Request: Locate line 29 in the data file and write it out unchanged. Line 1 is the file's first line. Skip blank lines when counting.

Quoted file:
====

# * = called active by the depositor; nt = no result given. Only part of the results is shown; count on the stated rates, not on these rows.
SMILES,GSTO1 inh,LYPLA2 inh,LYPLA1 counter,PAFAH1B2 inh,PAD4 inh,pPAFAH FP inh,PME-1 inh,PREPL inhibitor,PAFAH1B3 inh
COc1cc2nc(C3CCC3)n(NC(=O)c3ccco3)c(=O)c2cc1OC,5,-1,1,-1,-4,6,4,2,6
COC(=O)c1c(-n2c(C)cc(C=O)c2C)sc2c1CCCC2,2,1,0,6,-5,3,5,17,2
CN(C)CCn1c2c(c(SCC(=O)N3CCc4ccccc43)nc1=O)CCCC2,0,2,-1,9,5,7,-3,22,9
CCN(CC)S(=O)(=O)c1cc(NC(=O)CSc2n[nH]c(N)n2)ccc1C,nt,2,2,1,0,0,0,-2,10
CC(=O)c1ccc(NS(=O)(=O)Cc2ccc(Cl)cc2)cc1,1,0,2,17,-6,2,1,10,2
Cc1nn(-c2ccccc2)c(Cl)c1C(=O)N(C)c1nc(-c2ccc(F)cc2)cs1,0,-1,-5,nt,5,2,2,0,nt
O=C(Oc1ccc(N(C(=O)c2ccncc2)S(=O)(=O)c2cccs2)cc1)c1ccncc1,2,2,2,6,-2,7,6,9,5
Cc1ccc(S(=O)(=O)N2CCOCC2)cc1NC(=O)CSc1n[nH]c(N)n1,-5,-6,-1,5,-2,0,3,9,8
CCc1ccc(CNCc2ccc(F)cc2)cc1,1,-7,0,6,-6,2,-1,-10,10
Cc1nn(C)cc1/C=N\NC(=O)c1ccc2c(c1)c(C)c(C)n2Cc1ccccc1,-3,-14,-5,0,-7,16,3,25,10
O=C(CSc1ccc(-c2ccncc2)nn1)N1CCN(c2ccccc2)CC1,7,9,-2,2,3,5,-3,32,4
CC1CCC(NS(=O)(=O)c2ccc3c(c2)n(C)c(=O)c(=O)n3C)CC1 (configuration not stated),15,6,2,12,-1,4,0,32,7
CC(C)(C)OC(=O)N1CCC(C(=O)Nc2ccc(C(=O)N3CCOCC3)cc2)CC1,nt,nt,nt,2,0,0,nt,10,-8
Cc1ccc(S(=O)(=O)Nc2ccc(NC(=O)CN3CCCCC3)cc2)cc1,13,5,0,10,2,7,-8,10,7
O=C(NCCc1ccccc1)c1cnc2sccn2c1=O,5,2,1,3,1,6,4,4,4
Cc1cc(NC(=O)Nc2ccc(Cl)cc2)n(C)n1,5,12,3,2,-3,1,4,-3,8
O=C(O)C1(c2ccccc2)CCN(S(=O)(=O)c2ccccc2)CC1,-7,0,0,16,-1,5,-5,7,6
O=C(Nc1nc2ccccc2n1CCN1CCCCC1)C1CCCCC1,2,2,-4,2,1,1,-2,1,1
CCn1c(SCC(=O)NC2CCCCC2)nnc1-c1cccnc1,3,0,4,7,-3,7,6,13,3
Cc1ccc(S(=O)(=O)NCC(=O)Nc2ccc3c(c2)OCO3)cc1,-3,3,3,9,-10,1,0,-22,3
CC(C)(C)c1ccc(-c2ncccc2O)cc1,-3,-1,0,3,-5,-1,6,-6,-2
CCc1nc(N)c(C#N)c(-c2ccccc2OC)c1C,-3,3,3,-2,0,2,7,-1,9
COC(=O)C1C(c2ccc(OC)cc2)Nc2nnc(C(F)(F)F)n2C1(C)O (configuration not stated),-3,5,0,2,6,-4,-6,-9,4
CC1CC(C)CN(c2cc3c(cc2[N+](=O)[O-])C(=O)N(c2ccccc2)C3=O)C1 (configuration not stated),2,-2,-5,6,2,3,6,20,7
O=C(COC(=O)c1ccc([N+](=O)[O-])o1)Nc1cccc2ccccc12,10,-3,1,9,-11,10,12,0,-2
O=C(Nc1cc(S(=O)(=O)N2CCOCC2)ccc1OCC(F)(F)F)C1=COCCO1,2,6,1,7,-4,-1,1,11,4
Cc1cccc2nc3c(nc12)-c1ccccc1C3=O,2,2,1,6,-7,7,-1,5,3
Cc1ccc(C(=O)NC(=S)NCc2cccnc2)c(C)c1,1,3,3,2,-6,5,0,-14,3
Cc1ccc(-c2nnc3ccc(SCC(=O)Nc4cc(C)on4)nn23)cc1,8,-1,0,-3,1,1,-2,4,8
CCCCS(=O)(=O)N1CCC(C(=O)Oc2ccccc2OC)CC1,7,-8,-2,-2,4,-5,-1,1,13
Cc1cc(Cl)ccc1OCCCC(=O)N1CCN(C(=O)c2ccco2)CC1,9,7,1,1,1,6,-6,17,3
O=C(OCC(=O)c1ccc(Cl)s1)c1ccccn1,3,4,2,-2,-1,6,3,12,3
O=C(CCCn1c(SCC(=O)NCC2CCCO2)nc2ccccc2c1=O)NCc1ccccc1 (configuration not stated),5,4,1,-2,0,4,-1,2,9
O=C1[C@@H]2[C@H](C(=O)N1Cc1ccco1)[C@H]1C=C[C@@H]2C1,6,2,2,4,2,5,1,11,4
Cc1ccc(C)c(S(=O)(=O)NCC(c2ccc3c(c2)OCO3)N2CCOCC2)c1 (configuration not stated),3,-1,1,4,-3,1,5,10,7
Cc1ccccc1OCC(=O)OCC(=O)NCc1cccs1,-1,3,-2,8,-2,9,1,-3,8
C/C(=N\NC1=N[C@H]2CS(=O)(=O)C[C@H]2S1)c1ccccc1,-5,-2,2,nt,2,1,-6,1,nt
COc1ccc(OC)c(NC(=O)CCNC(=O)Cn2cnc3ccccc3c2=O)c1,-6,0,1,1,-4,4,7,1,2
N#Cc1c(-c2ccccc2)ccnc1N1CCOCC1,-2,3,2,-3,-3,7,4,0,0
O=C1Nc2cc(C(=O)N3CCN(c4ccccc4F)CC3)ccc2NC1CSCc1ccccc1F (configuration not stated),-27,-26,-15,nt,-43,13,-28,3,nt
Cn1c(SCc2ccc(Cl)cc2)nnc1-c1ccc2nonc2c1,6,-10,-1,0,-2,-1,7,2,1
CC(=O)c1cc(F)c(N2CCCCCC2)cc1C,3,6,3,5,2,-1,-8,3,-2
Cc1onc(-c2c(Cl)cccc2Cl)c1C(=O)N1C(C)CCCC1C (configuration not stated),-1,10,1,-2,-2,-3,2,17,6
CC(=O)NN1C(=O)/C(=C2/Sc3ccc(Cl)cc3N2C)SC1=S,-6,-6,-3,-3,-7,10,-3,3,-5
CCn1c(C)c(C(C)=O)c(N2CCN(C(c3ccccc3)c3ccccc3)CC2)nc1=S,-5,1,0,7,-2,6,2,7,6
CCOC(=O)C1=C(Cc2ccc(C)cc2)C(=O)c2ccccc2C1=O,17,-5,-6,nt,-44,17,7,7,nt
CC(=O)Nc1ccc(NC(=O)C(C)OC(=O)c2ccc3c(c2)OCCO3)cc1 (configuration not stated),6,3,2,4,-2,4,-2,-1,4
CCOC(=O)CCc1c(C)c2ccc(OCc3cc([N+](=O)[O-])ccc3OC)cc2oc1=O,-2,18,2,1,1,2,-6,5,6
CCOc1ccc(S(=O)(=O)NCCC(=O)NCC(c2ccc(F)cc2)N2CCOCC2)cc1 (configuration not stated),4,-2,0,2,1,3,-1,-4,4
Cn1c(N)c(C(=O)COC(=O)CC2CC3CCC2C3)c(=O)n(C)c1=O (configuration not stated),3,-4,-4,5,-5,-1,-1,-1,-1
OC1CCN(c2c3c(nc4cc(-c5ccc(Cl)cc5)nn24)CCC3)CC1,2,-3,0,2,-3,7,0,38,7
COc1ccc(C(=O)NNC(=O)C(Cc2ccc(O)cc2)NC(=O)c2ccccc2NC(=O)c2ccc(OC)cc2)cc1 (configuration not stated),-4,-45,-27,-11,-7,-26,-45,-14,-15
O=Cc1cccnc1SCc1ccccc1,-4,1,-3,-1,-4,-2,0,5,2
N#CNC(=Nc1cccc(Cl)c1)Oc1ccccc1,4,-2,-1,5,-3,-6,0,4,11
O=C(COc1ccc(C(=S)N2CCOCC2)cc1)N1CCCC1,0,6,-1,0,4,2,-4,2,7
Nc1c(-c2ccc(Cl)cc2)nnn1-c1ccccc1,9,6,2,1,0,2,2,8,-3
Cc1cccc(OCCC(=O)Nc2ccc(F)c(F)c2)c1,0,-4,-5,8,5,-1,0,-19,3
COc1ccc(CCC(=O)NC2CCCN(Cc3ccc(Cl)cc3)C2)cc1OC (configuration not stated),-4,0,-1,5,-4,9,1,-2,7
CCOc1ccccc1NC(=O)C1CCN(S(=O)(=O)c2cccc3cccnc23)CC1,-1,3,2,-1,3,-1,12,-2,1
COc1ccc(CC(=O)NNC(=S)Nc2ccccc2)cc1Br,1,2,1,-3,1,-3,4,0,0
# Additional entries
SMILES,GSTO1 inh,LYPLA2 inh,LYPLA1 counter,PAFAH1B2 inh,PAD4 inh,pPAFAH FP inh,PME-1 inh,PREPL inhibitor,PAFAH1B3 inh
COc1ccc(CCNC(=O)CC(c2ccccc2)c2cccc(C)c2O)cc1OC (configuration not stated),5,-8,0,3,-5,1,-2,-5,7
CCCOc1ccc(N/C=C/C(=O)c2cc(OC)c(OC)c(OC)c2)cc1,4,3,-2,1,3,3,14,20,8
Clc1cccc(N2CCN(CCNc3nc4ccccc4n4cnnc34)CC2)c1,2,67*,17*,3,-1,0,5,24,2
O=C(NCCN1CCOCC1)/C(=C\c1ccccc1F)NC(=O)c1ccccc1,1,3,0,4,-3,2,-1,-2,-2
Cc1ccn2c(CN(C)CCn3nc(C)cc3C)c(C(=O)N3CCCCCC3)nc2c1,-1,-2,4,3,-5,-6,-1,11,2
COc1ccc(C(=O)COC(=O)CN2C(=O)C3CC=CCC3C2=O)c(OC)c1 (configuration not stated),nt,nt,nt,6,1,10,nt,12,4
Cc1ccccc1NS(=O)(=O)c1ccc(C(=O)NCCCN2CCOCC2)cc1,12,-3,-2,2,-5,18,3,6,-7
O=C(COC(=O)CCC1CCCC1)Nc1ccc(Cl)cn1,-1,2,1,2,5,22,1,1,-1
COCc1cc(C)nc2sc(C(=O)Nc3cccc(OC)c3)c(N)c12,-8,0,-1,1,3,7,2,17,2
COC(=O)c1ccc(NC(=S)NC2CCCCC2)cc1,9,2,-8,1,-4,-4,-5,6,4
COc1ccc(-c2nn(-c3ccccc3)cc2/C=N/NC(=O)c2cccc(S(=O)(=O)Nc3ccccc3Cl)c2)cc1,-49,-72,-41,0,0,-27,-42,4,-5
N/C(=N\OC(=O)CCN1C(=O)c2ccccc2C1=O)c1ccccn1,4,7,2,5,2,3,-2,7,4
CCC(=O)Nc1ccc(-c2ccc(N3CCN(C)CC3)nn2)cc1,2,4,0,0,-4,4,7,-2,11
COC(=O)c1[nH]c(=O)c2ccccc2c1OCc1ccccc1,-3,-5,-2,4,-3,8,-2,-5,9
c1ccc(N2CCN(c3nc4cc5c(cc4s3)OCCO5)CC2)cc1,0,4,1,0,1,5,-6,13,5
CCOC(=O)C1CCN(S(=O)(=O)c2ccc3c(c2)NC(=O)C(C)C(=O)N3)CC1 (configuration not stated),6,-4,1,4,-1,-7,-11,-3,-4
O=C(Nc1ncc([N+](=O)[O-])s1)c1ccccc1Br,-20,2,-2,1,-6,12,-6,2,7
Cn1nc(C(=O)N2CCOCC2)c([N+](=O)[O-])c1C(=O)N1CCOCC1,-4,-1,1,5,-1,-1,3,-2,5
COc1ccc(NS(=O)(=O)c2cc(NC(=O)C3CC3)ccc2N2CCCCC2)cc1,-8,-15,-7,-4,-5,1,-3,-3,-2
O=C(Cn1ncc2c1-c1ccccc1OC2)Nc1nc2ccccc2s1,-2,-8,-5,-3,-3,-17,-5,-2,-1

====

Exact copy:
Cc1cccc2nc3c(nc12)-c1ccccc1C3=O,2,2,1,6,-7,7,-1,5,3